Publications by authors named "Gianluigi Ferretti"

97 Publications

Morphologic and Molecular Landscape of Pancreatic Cancer Variants as the Basis of New Therapeutic Strategies for Precision Oncology.

Int J Mol Sci 2020 Nov 22;21(22). Epub 2020 Nov 22.

Division of Oncology, University of Verona, 37126 Verona, Italy.

To date, pancreatic cancer is still one of the most lethal cancers in the world, mainly due to the lack of early diagnosis and personalized treatment strategies. In this context, the possibility and the opportunity of identifying genetic and molecular biomarkers are crucial to improve the feasibility of precision medicine. In 2019, the World Health Organization classified pancreatic ductal adenocarcinoma cancer (the most common pancreatic tumor type) into eight variants, according to specific histomorphological features. They are: colloid carcinoma, medullary carcinoma, adenosquamous carcinoma, undifferentiated carcinoma, including also rhabdoid carcinoma, undifferentiated carcinoma with osteoclast-like giant cells, hepatoid carcinoma, and signet-ring/poorly cohesive cells carcinoma. Interestingly, despite the very low incidence of these variants, innovative high throughput genomic/transcriptomic techniques allowed the investigation of both somatic and germline mutations in each specific variant, paving the way for their possible classification according also to specific alterations, along with the canonical mutations of pancreatic cancer (, , , ). In this review, we aim to report the current evidence about genetic/molecular profiles of pancreatic cancer variants, highlighting their role in therapeutic and clinical impact.
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http://dx.doi.org/10.3390/ijms21228841DOI Listing
http://www.ncbi.nlm.nih.gov/pmc/articles/PMC7700259PMC
November 2020

AXL Receptor in Breast Cancer: Molecular Involvement and Therapeutic Limitations.

Int J Mol Sci 2020 Nov 10;21(22). Epub 2020 Nov 10.

SAFU, Department of Research, Advanced Diagnostics, and Technological Innovation, IRCCS-Regina Elena National Cancer Institute, 00144 Rome, Italy.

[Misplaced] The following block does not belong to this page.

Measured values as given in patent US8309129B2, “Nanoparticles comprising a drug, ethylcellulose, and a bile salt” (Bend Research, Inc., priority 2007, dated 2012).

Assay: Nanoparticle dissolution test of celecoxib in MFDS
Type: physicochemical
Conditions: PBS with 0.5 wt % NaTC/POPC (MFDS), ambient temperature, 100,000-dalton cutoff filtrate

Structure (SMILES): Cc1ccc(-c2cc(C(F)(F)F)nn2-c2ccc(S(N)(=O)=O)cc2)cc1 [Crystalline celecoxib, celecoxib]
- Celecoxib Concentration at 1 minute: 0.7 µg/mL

Breast cancer was one of the first malignancies to benefit from targeted therapy, i.e., treatments directed against specific markers. Inhibitors against HER2 are a significant example and they improved the life expectancy of a large cohort of patients. Research on new biomarkers, therefore, is always current and important. AXL, a member of the TYRO-3, AXL and MER (TAM) subfamily, is, today, considered a predictive and prognostic biomarker in many tumor contexts, primarily breast cancer. Its oncogenic implications make it an ideal target for the development of new pharmacological agents; moreover, its recent role as immune-modulator makes AXL particularly attractive to researchers involved in the study of interactions between cancer and the tumor microenvironment (TME). All these peculiarities characterize AXL as compared to other members of the TAM family. In this review, we will illustrate the biological role played by AXL in breast tumor cells, highlighting its molecular and biological features, its involvement in tumor progression and its implication as a target in ongoing clinical trials.
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http://dx.doi.org/10.3390/ijms21228419DOI Listing
http://www.ncbi.nlm.nih.gov/pmc/articles/PMC7696061PMC
November 2020

Tumor Microenvironment: Implications in Melanoma Resistance to Targeted Therapy and Immunotherapy.

Cancers (Basel) 2020 Oct 6;12(10). Epub 2020 Oct 6.

Section of Oncology, Department of Medicine, University of Verona School of Medicine and Verona University Hospital Trust, 37126 Verona, Italy.

Antitumor therapies have made great strides in recent decades. Chemotherapy, aggressive and unable to discriminate cancer from healthy cells, has given way to personalized treatments that, recognizing and blocking specific molecular targets, have paved the way for targeted and effective therapies. Melanoma was one of the first tumor types to benefit from this new care frontier by introducing specific inhibitors for v-Raf murine sarcoma viral oncogene homolog B (BRAF), mitogen-activated protein kinase (MEK), v-kit Hardy-Zuckerman 4 feline sarcoma viral oncogene homolog (KIT), and, recently, immunotherapy. However, despite the progress made in the melanoma treatment, primary and/or acquired drug resistance remains an unresolved problem. The molecular dynamics that promote this phenomenon are very complex but several studies have shown that the tumor microenvironment (TME) plays, certainly, a key role. In this review, we will describe the new melanoma treatment approaches and we will analyze the mechanisms by which TME promotes resistance to targeted therapy and immunotherapy.
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http://dx.doi.org/10.3390/cancers12102870DOI Listing
http://www.ncbi.nlm.nih.gov/pmc/articles/PMC7601592PMC
October 2020

BRAF status modulates Interelukin-8 expression through a CHOP-dependent mechanism in colorectal cancer.

Commun Biol 2020 Oct 1;3(1):546. Epub 2020 Oct 1.

Medical Oncology 1, IRCCS - Regina Elena National Cancer Institute, Via Elio Chianesi 53, 00144, Rome, Italy.